Hafsah Emekoma Writer, frontend developer, and overall tech enthusiast.

How to build interactive pie charts using only CSS and HTML

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Build Interactive Pie Chart Using Html Css

Looking for an easy guide on how to make a pie chart with CSS and HTML? Then you’ve come to the right place!

Pie charts have been used since forever to display data in an aesthetically pleasing manner; they help in analyzing data by showing how different segments of a larger data set break down.

It shouldn’t come as too much of a surprise, then, that we as developers are asked on occasion to implement a pie chart here or there in our projects.

When it comes to displaying pie charts on the web, there are many ways that this can be achieved. Pie charts can be created using Excel sheets, HTML canvases, SVGs, and JavaScript, among other methods.

A popular way to build frontend pie charts is by using one of the many chart libraries available, but if that’s not what you want — or you don’t want to add additional libraries to your project — you can build them from scratch using just HTML and CSS.

This is what we’ll be doing today! We are going to build an interactive pie chart using only HTML and CSS that displays data about food consumption in a city.

Our project will look like this when we have completed it:

Interactive Pie Chart Css Html Final Example

Let’s get started!

Jump ahead:

Basic HTML structure

We’ll first create the basic HTML structure with the following code:

<!DOCTYPE html>
<html lang="en">
<head>
<meta charset="UTF-8">
<meta http-equiv="X-UA-Compatible" content="IE=edge">
<meta name="viewport" content="width=device-width, initial-scale=1.0">
<link rel="stylesheet" href="styles.css">
<title>Pie chart</title>
</head>
<body>
</body>
</html>

The lines above are the building blocks of any web page built with HTML, as they specify how we want browsers to read our page.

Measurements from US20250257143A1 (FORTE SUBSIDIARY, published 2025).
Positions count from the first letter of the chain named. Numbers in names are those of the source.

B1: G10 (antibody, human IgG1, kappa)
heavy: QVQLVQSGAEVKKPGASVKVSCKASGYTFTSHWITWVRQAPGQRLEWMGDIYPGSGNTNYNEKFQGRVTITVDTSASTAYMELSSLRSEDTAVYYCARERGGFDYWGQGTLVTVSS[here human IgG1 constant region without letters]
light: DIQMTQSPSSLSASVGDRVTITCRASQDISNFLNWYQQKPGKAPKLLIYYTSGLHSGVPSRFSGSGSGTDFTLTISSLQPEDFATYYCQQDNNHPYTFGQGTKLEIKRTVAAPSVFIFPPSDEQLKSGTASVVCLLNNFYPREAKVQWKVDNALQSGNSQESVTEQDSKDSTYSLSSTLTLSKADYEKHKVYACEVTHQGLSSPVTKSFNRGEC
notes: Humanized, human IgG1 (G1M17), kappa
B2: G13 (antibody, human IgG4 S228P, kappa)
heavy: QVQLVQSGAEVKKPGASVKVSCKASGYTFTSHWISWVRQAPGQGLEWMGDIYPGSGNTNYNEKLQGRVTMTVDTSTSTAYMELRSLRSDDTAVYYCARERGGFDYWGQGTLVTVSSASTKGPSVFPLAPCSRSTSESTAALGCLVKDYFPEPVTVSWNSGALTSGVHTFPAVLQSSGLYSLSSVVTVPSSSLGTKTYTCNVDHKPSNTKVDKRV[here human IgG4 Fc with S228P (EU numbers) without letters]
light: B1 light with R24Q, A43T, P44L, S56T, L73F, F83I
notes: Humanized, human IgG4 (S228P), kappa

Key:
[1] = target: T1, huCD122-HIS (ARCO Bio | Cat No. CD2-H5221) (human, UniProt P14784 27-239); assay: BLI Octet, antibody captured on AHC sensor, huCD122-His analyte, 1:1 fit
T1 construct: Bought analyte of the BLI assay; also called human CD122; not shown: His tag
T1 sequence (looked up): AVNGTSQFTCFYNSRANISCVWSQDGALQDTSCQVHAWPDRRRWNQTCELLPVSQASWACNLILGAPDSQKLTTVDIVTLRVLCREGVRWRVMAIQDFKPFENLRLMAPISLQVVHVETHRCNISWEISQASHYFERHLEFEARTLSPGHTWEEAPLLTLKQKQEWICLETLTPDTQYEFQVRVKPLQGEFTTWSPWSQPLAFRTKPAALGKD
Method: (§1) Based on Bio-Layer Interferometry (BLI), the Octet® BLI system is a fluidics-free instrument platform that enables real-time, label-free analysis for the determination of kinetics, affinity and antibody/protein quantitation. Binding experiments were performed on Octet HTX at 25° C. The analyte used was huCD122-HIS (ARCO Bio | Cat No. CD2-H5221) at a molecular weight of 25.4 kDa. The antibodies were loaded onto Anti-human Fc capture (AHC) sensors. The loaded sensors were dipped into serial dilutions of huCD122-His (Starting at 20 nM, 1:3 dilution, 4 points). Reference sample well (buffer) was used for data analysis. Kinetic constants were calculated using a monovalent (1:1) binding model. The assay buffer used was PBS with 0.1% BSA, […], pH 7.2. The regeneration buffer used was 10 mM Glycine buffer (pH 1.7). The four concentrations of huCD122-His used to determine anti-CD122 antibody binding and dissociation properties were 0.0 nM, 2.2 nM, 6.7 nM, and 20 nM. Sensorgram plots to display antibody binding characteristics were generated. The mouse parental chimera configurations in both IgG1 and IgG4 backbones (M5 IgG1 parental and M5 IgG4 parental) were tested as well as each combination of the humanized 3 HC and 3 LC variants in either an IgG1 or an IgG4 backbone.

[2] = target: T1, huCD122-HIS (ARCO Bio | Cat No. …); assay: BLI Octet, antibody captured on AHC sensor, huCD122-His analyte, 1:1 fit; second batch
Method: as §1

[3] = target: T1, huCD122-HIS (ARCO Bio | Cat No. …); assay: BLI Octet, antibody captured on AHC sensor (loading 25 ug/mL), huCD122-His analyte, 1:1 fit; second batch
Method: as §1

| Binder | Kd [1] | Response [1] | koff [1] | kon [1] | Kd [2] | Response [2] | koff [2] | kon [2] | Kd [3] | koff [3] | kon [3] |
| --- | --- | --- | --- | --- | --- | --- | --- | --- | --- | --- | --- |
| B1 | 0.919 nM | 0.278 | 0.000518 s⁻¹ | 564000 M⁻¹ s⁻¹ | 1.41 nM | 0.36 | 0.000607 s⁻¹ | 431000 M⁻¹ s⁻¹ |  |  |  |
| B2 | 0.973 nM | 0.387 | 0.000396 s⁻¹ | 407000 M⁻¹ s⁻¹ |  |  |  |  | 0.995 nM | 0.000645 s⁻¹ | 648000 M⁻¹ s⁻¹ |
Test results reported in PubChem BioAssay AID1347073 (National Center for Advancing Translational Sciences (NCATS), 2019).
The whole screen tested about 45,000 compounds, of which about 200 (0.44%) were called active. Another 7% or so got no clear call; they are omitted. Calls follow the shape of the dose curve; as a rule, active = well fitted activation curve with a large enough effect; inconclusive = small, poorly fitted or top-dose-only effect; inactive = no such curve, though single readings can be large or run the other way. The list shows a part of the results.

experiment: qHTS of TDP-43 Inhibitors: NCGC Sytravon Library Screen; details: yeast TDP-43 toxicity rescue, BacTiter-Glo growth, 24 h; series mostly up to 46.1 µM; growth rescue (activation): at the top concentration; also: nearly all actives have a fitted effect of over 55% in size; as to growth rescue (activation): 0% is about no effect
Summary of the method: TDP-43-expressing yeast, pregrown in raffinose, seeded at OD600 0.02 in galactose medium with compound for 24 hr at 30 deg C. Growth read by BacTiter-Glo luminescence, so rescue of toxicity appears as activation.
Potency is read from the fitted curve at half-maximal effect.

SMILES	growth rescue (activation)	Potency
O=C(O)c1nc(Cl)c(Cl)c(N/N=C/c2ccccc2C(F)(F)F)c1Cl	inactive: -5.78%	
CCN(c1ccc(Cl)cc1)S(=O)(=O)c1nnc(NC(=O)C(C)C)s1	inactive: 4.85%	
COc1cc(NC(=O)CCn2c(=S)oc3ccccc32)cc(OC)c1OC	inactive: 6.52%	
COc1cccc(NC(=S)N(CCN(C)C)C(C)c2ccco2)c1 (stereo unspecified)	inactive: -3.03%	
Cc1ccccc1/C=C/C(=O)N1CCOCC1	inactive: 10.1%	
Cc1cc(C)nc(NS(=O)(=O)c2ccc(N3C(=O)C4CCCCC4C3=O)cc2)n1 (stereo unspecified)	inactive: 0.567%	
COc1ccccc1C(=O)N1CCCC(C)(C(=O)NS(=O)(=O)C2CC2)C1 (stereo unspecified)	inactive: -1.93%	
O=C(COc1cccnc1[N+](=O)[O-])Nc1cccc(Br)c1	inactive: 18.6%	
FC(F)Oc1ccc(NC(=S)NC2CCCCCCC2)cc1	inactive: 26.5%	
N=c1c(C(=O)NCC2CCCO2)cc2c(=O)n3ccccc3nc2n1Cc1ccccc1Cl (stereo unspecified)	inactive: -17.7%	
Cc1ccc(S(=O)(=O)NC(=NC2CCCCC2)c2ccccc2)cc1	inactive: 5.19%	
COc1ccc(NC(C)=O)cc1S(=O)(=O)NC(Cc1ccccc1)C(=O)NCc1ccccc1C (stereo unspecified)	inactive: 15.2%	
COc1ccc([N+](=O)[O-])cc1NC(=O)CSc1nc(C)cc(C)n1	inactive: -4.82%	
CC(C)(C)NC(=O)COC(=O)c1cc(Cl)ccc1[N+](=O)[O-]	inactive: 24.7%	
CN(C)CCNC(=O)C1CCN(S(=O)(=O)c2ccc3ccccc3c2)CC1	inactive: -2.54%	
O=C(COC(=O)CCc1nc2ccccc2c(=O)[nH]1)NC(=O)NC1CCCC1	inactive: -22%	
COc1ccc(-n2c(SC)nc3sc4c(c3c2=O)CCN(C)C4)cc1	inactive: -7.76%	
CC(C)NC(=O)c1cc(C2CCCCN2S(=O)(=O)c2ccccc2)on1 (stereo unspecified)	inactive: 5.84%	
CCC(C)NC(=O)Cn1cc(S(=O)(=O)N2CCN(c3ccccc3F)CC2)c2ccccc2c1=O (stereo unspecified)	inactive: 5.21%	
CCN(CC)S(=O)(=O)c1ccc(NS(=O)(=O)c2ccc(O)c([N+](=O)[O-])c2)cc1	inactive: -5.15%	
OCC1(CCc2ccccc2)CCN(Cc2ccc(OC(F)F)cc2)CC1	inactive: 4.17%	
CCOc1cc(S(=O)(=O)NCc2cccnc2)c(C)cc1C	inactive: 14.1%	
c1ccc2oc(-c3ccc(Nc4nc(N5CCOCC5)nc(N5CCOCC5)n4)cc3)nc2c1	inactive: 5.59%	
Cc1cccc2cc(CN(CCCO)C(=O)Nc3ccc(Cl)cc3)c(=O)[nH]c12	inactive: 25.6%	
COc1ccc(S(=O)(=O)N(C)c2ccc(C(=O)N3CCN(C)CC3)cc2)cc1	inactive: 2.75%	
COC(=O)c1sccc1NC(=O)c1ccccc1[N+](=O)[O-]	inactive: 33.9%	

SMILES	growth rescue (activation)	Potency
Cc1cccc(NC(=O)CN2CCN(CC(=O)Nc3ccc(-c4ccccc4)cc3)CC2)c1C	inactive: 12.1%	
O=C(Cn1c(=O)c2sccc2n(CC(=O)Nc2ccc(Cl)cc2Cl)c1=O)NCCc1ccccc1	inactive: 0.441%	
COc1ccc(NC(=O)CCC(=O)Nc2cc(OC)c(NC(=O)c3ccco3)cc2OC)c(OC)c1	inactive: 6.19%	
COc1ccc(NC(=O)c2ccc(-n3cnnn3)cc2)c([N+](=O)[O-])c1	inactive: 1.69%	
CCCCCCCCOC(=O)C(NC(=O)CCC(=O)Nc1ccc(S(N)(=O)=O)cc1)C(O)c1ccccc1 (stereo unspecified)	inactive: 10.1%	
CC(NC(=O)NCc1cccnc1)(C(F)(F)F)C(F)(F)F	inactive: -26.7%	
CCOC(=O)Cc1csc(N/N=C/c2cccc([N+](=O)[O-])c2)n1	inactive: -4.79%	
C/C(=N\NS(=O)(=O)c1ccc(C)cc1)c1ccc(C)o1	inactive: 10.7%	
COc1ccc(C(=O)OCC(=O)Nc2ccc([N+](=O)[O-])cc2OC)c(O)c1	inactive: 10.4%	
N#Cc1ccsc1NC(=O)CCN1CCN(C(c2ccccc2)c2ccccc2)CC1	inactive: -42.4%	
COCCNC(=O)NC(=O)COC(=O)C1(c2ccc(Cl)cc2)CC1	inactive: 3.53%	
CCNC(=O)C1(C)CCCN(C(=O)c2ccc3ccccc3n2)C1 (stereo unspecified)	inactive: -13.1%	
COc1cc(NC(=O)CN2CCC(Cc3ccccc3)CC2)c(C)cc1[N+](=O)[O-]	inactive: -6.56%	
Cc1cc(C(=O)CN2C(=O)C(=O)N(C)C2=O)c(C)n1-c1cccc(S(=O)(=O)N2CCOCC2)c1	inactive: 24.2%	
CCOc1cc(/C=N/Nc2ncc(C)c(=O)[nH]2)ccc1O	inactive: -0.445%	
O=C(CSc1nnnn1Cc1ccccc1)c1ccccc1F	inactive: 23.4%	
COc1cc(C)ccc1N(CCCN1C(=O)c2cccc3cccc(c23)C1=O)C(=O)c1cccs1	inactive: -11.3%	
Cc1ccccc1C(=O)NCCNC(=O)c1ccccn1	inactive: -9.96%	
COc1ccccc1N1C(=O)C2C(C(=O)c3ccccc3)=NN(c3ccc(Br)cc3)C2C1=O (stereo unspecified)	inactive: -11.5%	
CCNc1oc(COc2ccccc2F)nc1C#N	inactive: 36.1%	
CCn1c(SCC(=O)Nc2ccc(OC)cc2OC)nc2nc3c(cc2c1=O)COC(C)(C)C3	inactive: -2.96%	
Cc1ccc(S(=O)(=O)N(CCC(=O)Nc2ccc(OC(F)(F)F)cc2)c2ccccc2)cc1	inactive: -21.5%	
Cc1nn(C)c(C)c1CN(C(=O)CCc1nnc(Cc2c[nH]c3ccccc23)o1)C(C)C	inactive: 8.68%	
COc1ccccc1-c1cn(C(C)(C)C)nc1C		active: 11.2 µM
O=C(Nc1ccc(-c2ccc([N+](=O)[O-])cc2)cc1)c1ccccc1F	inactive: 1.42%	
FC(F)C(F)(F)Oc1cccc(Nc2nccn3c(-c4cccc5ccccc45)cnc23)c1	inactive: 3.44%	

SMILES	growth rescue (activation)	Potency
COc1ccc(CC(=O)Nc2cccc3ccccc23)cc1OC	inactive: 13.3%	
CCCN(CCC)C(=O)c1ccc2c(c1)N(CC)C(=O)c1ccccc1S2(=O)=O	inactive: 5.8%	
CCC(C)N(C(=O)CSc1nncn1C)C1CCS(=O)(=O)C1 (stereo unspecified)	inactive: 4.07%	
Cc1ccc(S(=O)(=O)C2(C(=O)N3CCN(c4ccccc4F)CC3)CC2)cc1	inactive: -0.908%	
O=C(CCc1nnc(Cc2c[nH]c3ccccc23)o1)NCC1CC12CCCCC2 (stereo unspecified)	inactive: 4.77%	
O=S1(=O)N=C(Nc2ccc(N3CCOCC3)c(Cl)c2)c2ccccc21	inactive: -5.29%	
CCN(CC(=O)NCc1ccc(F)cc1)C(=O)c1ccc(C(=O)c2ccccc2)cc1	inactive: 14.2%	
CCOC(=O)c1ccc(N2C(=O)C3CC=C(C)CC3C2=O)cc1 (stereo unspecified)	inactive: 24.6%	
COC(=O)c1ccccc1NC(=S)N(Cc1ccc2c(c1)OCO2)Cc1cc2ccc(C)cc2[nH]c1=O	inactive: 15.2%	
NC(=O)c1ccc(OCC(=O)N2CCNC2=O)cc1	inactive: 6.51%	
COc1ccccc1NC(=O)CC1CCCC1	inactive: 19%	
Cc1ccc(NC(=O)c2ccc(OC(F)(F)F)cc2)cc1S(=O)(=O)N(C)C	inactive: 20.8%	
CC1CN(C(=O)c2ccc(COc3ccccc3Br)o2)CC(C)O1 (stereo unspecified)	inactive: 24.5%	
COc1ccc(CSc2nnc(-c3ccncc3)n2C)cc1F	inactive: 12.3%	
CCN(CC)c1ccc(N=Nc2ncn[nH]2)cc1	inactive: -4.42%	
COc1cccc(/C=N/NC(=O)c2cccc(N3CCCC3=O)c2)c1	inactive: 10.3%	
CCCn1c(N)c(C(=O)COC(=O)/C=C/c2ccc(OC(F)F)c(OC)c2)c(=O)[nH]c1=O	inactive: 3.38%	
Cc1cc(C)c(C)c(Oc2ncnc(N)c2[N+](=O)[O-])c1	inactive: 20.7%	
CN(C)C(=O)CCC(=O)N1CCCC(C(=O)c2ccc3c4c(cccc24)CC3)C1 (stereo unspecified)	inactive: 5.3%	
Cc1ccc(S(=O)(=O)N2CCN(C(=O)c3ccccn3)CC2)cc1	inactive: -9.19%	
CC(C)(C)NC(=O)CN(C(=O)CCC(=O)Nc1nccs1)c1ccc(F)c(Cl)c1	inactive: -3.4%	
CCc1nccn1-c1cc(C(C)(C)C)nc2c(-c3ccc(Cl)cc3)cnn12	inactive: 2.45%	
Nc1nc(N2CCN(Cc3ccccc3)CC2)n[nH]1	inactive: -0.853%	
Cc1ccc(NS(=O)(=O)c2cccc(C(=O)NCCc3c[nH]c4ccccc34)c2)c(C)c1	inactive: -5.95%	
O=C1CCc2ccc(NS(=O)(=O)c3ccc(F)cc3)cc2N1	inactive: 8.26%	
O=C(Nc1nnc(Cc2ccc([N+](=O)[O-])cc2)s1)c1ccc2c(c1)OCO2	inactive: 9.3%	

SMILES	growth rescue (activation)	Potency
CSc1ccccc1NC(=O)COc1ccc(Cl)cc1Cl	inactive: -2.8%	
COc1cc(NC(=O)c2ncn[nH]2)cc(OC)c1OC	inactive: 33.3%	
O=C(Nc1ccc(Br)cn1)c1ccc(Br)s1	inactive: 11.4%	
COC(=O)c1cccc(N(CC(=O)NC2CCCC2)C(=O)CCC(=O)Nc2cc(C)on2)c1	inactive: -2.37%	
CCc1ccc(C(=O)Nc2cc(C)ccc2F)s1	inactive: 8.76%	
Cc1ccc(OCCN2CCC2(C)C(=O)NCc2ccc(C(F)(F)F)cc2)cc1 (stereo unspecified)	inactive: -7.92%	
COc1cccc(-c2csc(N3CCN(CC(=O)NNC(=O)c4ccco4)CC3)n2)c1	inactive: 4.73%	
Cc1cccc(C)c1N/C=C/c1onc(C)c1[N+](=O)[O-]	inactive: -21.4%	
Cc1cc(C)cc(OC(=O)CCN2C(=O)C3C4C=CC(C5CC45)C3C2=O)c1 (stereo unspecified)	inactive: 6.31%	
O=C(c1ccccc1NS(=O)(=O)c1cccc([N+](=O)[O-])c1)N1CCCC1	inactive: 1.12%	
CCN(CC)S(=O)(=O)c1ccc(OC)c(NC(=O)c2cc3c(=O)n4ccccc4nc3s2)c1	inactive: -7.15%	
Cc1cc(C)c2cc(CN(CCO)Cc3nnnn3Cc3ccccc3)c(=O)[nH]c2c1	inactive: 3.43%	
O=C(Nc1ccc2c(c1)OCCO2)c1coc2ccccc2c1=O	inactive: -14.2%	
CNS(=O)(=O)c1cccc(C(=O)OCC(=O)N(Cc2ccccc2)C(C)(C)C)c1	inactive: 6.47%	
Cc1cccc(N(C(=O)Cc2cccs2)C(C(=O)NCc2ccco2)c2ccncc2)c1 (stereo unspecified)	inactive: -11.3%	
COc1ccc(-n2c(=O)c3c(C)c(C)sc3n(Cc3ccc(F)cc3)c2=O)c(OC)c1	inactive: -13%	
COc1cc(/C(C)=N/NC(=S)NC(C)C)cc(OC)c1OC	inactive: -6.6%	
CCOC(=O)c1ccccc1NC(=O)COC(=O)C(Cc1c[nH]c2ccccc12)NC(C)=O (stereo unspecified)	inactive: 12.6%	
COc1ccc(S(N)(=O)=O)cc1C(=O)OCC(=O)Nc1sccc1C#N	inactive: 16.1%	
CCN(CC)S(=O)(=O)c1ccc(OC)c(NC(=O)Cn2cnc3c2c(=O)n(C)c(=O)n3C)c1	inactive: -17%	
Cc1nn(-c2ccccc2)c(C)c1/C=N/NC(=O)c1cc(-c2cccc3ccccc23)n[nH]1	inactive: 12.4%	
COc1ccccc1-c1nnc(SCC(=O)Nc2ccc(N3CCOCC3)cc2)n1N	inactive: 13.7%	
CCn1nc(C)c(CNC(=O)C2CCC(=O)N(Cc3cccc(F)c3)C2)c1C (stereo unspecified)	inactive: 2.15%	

Creating the wrappers

Next, we’ll add the following lines, which will be wrappers for the pie chart and its Key section. We’ll also add a heading to the page, like so:

<h1 class="heading">Food consumption in a city</h1>
<div class="wrapper">

<div class="pie-wrap"></div>

<div class="key-wrap"></div>

</div>

Basic styles

Let’s add some basic styles to the page. In styles.css, add the following:

body{
    font-family: Helvetica, sans-serif;
}

.heading{
    text-align: center;
    margin-top: 50px;
}

The style above will center the text and give it some space at the top. Our page should look like this:

Css Html Pie Chart Text Centered

Adding the pie chart data

In the pie-wrap div, add the following lines to serve as the pie chart’s data:

<div class="pie-wrap">

<div class="light-yellow entry">
    <p>25%</p>
    <p class="entry-value">Rice</p>
</div>

<div class="sky-blue entry">
    <p>25%</p>
    <p class="entry-value">Pasta</p>
</div>

<div class="pink entry">
    <p>12.5%</p>
    <p class="entry-value">Beans </p>
</div>

<div class="purple entry">
    <p> 12.5%</p>
    <p class="entry-value">Plantain</p>
</div>

<div class="green entry">
    <p> 12.5%</p>
    <p class="entry-value">Potato</p>
</div>

<div class="wheat entry">
    <p> 12.5%</p>
    <p class="entry-value">Yam</p>
</div>

</div>

In the above code block, we added the various entries and their values. The styles are also named after their respective colors, which makes it easier to identify each entry.

Styling the chart and its keys

There are no styles yet, so we should add them now. In styles.css, add the following styles:

.wrapper{
    display: flex;
    align-items: center;
    justify-content: center;
}

.pie-wrap{
    border: 2px solid lightgrey;
    width: 400px;
    height: 400px;
    margin: 10% 50px;
    position: relative;
    border-radius: 50%;
    color: black;
}

With the styles above, we made the pie chart and keys stay beside one another by giving them a flex position. The keys are not in our HTML file yet, so let’s focus on the pie chart itself.

Our pie chart is now a circle and a bunch of numbers and text. Let’s style it so it looks like a pie chart we’re all familiar with. Add the following styles to your CSS file:

.pie-wrap .entry{
    display: flex;
    flex-direction: column;
    justify-content: center;
    align-items: center;
}

/* *the individual entries* */

.sky-blue{
    background-color: lightskyblue;
    height:50%;
    width: 50%;
    display: block;
}

.light-yellow{
    background-color: lightyellow;
    height:50%;
    width: 50%;
}

In this block, we have done some general styling for the entry elements, and then we have styled the sky blue and light yellow entries — these represent the Rice and Pasta entries, respectively.



Our page should now look like this:

Pie Chart Basic Layout Squares